Quality of Life and Nuisances

Something is considered to be a nuisance when it troubles the well-being of a living being or an ecosystem. A nuisance can range from a slight inconvenience to a severe problem. Exposure to dust, noise, light pollution, and the presence of invasive species or ragweed within our territory represent the nuisances most frequently reported to and dealt with by the City.

Action taken or in progress:
  • Raising residents' awareness of issues related to the presence of ragweed in residential areas.

Ragweed and poison ivy: how to differentiate between them?

Many people confuse ragweed and poison ivy, two plants whose French names are very similar (“herbe à poux” and “herbe à la puce”) but that are completely different! The former causes allergies while the latter causes skin eruptions. We invite you to consult the comparative table below in order to differentiate them and find the right actions to take.

Ragweed leaflet (in French)

Poison Ivy leafletherbe (in French)


Japanese beetles

To counteract the spread of Japanese beetles, the City encourages residents to opt for preventive treatment and control as described below. As this insect causes problems both at its adult and larval stages, specific treatments exist for each phase of the life cycle.

Adult stage
Adult insects “skeletonize” plant foliage (eat away all but the veins), causing serious damage. They may also feed on the fruit of certain plants.

Japanese beetles leaflet
Treatments to keep the insects away and avoid the adults laying eggs:
  • Install beetle traps (pheromone traps) near their food sources (shrubs, plants, etc.) and light sources.
  • Spray plants or the insect directly with an insecticidal soap (water and 10% dishwashing soap) beginning in mid-July, the period during which the females lay their eggs in the soil.
  • Turn off garden lights during the evening since these insects are attracted by light.
  • Keep your lawn at a height of at least 7.5 cm (3 inches), since female beetles prefer to lay their eggs in grass cut short, where the soil is easily accessible.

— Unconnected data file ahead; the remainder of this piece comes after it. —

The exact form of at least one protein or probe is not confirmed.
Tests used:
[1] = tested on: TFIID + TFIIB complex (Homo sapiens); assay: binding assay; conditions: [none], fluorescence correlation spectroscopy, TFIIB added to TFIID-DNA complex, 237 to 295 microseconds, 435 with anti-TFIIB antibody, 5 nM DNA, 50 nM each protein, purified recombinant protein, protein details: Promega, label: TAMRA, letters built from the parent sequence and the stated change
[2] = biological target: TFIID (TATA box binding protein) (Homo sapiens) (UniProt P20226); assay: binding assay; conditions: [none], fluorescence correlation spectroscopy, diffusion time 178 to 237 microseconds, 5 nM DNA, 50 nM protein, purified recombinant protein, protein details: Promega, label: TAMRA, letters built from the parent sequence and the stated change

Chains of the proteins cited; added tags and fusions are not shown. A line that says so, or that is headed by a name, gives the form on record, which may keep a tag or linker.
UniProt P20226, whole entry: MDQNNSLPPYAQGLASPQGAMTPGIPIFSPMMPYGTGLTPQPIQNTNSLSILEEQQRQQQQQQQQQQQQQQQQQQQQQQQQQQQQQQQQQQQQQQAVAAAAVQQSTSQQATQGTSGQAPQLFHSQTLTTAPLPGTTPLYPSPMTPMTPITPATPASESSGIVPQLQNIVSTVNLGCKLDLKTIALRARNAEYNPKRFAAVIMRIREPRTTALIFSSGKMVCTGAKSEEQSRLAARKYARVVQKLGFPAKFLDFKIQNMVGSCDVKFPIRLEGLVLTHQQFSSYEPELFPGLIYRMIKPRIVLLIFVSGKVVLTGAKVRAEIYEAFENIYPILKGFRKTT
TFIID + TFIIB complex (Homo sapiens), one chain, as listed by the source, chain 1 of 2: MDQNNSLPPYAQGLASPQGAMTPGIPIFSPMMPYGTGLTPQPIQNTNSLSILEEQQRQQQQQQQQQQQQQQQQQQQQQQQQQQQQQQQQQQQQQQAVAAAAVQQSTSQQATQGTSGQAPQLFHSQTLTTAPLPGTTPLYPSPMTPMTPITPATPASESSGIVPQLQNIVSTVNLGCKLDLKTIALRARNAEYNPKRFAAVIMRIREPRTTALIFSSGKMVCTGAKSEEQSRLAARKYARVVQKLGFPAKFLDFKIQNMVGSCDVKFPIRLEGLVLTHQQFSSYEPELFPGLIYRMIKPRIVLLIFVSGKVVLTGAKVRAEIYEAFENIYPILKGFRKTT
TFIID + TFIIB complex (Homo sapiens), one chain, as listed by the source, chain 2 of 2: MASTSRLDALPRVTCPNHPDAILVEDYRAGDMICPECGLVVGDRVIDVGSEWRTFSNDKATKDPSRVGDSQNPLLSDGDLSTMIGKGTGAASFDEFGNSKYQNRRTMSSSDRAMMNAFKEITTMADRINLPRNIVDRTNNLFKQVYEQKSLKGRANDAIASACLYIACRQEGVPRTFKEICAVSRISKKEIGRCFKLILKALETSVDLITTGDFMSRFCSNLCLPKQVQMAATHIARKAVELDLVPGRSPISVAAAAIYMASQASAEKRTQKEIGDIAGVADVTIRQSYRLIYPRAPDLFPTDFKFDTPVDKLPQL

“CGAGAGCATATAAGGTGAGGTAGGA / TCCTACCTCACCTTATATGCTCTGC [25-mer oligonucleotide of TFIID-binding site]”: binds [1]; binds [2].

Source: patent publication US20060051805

• Promote the presence of natural predators, such as the American robin, by installing nesting boxes near your residence.
  • Grasscycle: leave your grass clippings on the lawn after mowing it. This will prevent the female laying eggs on the ground.
  • Frequently remove weeds from your land, since they serve as habitats (homes) for adult beetles.
  • Plant allium (chives) near your shrubs and plants since this thin grass is a natural repellent.
  • Spread wooden planks on the ground, preferably near the food source (shrubs, plants, etc.) of these insects; they will hide there at night. The next morning, you can capture them before they become active again.
  • Capture them with bare hands or using a portable vacuum cleaner and then submerge them in a solution of water and soap (insecticidal soap).
  • Spray the plants with a solution of water and macerated garlic. Garlic may repel the insect, but this is not always effective.

Larval stage of the Japanese beetle

The main problem created by the presence of larvae (white grubs) is that they feed on the roots of the grass, which leads to significant premature yellowing of the lawn. The damaged section of the lawn can be lifted up like a carpet and must be replaced.
Treatments for the larvae (white grubs):
  • Keep your lawn at a minimum height of 7.5 cm (3 inches) to encourage deep roots, more resistant to larvae.
  • Choose a diversified lawn (ecological grass or ground covers) rather than a traditional lawn. The larvae typically cease to develop when clover, fescue or ryegrass seeds are present.
  • Promote the presence of natural predators, such as the American robin, by installing nesting boxes near your residence.
  • Use 100% natural fertilizer (compost) since high nitrogen content fertilizers attract the larvae.
  • Treat the soil with nematodes (a biopesticide) between mid-July and early September.
  • Reduce watering your lawn in order to maintain a drier soil during peak periods of hatching (mid-July to mid-August), and larval development (mid-August to mid-September).
If, after applying the suggested treatments, the problem persists on your property, we suggest you contact a knowledgeable professional to obtain more advice.